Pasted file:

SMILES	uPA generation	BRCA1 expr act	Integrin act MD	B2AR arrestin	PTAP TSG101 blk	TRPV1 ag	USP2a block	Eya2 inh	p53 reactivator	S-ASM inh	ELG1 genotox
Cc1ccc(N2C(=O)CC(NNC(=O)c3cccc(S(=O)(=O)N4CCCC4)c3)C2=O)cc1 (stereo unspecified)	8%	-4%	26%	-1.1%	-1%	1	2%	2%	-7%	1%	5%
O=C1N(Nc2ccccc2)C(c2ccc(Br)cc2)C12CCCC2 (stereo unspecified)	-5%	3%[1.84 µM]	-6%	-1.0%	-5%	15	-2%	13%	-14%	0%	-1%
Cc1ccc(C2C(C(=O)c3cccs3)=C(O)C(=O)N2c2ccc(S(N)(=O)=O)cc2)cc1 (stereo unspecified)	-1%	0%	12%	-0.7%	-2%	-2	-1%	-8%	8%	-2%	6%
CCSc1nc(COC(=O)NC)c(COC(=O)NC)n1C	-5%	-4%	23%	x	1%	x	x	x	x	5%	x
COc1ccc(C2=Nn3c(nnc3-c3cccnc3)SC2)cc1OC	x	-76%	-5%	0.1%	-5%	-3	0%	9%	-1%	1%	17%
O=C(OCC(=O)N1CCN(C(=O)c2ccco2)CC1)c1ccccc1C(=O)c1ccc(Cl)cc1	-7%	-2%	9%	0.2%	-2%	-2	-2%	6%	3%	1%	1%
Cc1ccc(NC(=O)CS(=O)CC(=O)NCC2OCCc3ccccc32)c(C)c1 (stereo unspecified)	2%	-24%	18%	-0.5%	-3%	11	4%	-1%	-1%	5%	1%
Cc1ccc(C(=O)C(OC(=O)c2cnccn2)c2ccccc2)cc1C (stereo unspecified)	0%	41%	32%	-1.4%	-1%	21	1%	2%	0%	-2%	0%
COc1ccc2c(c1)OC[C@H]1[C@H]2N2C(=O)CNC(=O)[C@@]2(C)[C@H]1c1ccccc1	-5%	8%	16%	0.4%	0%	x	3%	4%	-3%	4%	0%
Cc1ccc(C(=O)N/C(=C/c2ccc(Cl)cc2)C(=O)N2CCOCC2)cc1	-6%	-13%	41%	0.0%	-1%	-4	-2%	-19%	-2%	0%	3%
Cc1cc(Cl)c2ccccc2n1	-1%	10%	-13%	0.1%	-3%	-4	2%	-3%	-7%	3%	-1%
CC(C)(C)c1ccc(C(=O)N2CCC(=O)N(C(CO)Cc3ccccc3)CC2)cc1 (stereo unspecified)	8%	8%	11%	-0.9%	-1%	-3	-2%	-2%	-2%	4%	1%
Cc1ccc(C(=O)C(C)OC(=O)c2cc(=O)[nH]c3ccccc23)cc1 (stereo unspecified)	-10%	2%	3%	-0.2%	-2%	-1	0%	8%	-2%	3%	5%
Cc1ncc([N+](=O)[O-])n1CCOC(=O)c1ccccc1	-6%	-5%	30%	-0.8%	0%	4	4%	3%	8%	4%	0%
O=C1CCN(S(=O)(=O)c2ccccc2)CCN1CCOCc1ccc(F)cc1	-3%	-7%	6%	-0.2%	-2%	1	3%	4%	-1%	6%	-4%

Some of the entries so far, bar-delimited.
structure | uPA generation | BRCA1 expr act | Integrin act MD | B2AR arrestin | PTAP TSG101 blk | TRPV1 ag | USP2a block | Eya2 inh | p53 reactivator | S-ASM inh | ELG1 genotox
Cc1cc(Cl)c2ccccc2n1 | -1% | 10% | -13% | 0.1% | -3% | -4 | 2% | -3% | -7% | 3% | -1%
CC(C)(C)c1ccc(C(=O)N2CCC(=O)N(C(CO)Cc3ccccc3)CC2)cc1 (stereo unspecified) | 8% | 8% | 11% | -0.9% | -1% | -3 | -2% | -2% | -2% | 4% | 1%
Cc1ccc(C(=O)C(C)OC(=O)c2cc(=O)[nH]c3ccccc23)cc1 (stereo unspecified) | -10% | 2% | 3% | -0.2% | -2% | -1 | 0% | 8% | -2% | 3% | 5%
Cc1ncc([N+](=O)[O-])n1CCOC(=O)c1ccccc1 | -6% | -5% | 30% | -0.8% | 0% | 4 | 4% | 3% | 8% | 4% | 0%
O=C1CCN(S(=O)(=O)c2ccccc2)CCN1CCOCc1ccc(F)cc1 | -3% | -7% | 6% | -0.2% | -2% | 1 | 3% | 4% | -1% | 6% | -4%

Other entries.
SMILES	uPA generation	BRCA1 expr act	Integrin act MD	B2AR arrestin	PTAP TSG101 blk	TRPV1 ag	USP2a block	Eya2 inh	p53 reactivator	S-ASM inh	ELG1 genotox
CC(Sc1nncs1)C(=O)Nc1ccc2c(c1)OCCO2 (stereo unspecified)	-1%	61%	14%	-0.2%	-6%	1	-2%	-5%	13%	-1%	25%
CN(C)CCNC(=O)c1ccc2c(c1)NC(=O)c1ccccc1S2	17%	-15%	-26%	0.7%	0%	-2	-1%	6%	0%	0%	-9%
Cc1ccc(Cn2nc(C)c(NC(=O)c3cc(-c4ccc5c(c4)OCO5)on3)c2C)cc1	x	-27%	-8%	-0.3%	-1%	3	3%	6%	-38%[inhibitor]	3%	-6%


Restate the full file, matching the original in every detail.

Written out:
SMILES	uPA generation	BRCA1 expr act	Integrin act MD	B2AR arrestin	PTAP TSG101 blk	TRPV1 ag	USP2a block	Eya2 inh	p53 reactivator	S-ASM inh	ELG1 genotox
Cc1ccc(N2C(=O)CC(NNC(=O)c3cccc(S(=O)(=O)N4CCCC4)c3)C2=O)cc1 (stereo unspecified)	8%	-4%	26%	-1.1%	-1%	1	2%	2%	-7%	1%	5%
O=C1N(Nc2ccccc2)C(c2ccc(Br)cc2)C12CCCC2 (stereo unspecified)	-5%	3%[1.84 µM]	-6%	-1.0%	-5%	15	-2%	13%	-14%	0%	-1%
Cc1ccc(C2C(C(=O)c3cccs3)=C(O)C(=O)N2c2ccc(S(N)(=O)=O)cc2)cc1 (stereo unspecified)	-1%	0%	12%	-0.7%	-2%	-2	-1%	-8%	8%	-2%	6%
CCSc1nc(COC(=O)NC)c(COC(=O)NC)n1C	-5%	-4%	23%	x	1%	x	x	x	x	5%	x
COc1ccc(C2=Nn3c(nnc3-c3cccnc3)SC2)cc1OC	x	-76%	-5%	0.1%	-5%	-3	0%	9%	-1%	1%	17%
O=C(OCC(=O)N1CCN(C(=O)c2ccco2)CC1)c1ccccc1C(=O)c1ccc(Cl)cc1	-7%	-2%	9%	0.2%	-2%	-2	-2%	6%	3%	1%	1%
Cc1ccc(NC(=O)CS(=O)CC(=O)NCC2OCCc3ccccc32)c(C)c1 (stereo unspecified)	2%	-24%	18%	-0.5%	-3%	11	4%	-1%	-1%	5%	1%
Cc1ccc(C(=O)C(OC(=O)c2cnccn2)c2ccccc2)cc1C (stereo unspecified)	0%	41%	32%	-1.4%	-1%	21	1%	2%	0%	-2%	0%
COc1ccc2c(c1)OC[C@H]1[C@H]2N2C(=O)CNC(=O)[C@@]2(C)[C@H]1c1ccccc1	-5%	8%	16%	0.4%	0%	x	3%	4%	-3%	4%	0%
Cc1ccc(C(=O)N/C(=C/c2ccc(Cl)cc2)C(=O)N2CCOCC2)cc1	-6%	-13%	41%	0.0%	-1%	-4	-2%	-19%	-2%	0%	3%
Cc1cc(Cl)c2ccccc2n1	-1%	10%	-13%	0.1%	-3%	-4	2%	-3%	-7%	3%	-1%
CC(C)(C)c1ccc(C(=O)N2CCC(=O)N(C(CO)Cc3ccccc3)CC2)cc1 (stereo unspecified)	8%	8%	11%	-0.9%	-1%	-3	-2%	-2%	-2%	4%	1%
Cc1ccc(C(=O)C(C)OC(=O)c2cc(=O)[nH]c3ccccc23)cc1 (stereo unspecified)	-10%	2%	3%	-0.2%	-2%	-1	0%	8%	-2%	3%	5%
Cc1ncc([N+](=O)[O-])n1CCOC(=O)c1ccccc1	-6%	-5%	30%	-0.8%	0%	4	4%	3%	8%	4%	0%
O=C1CCN(S(=O)(=O)c2ccccc2)CCN1CCOCc1ccc(F)cc1	-3%	-7%	6%	-0.2%	-2%	1	3%	4%	-1%	6%	-4%

Some of the entries so far, bar-delimited.
structure | uPA generation | BRCA1 expr act | Integrin act MD | B2AR arrestin | PTAP TSG101 blk | TRPV1 ag | USP2a block | Eya2 inh | p53 reactivator | S-ASM inh | ELG1 genotox
Cc1cc(Cl)c2ccccc2n1 | -1% | 10% | -13% | 0.1% | -3% | -4 | 2% | -3% | -7% | 3% | -1%
CC(C)(C)c1ccc(C(=O)N2CCC(=O)N(C(CO)Cc3ccccc3)CC2)cc1 (stereo unspecified) | 8% | 8% | 11% | -0.9% | -1% | -3 | -2% | -2% | -2% | 4% | 1%
Cc1ccc(C(=O)C(C)OC(=O)c2cc(=O)[nH]c3ccccc23)cc1 (stereo unspecified) | -10% | 2% | 3% | -0.2% | -2% | -1 | 0% | 8% | -2% | 3% | 5%
Cc1ncc([N+](=O)[O-])n1CCOC(=O)c1ccccc1 | -6% | -5% | 30% | -0.8% | 0% | 4 | 4% | 3% | 8% | 4% | 0%
O=C1CCN(S(=O)(=O)c2ccccc2)CCN1CCOCc1ccc(F)cc1 | -3% | -7% | 6% | -0.2% | -2% | 1 | 3% | 4% | -1% | 6% | -4%

Other entries.
SMILES	uPA generation	BRCA1 expr act	Integrin act MD	B2AR arrestin	PTAP TSG101 blk	TRPV1 ag	USP2a block	Eya2 inh	p53 reactivator	S-ASM inh	ELG1 genotox
CC(Sc1nncs1)C(=O)Nc1ccc2c(c1)OCCO2 (stereo unspecified)	-1%	61%	14%	-0.2%	-6%	1	-2%	-5%	13%	-1%	25%
CN(C)CCNC(=O)c1ccc2c(c1)NC(=O)c1ccccc1S2	17%	-15%	-26%	0.7%	0%	-2	-1%	6%	0%	0%	-9%
Cc1ccc(Cn2nc(C)c(NC(=O)c3cc(-c4ccc5c(c4)OCO5)on3)c2C)cc1	x	-27%	-8%	-0.3%	-1%	3	3%	6%	-38%[inhibitor]	3%	-6%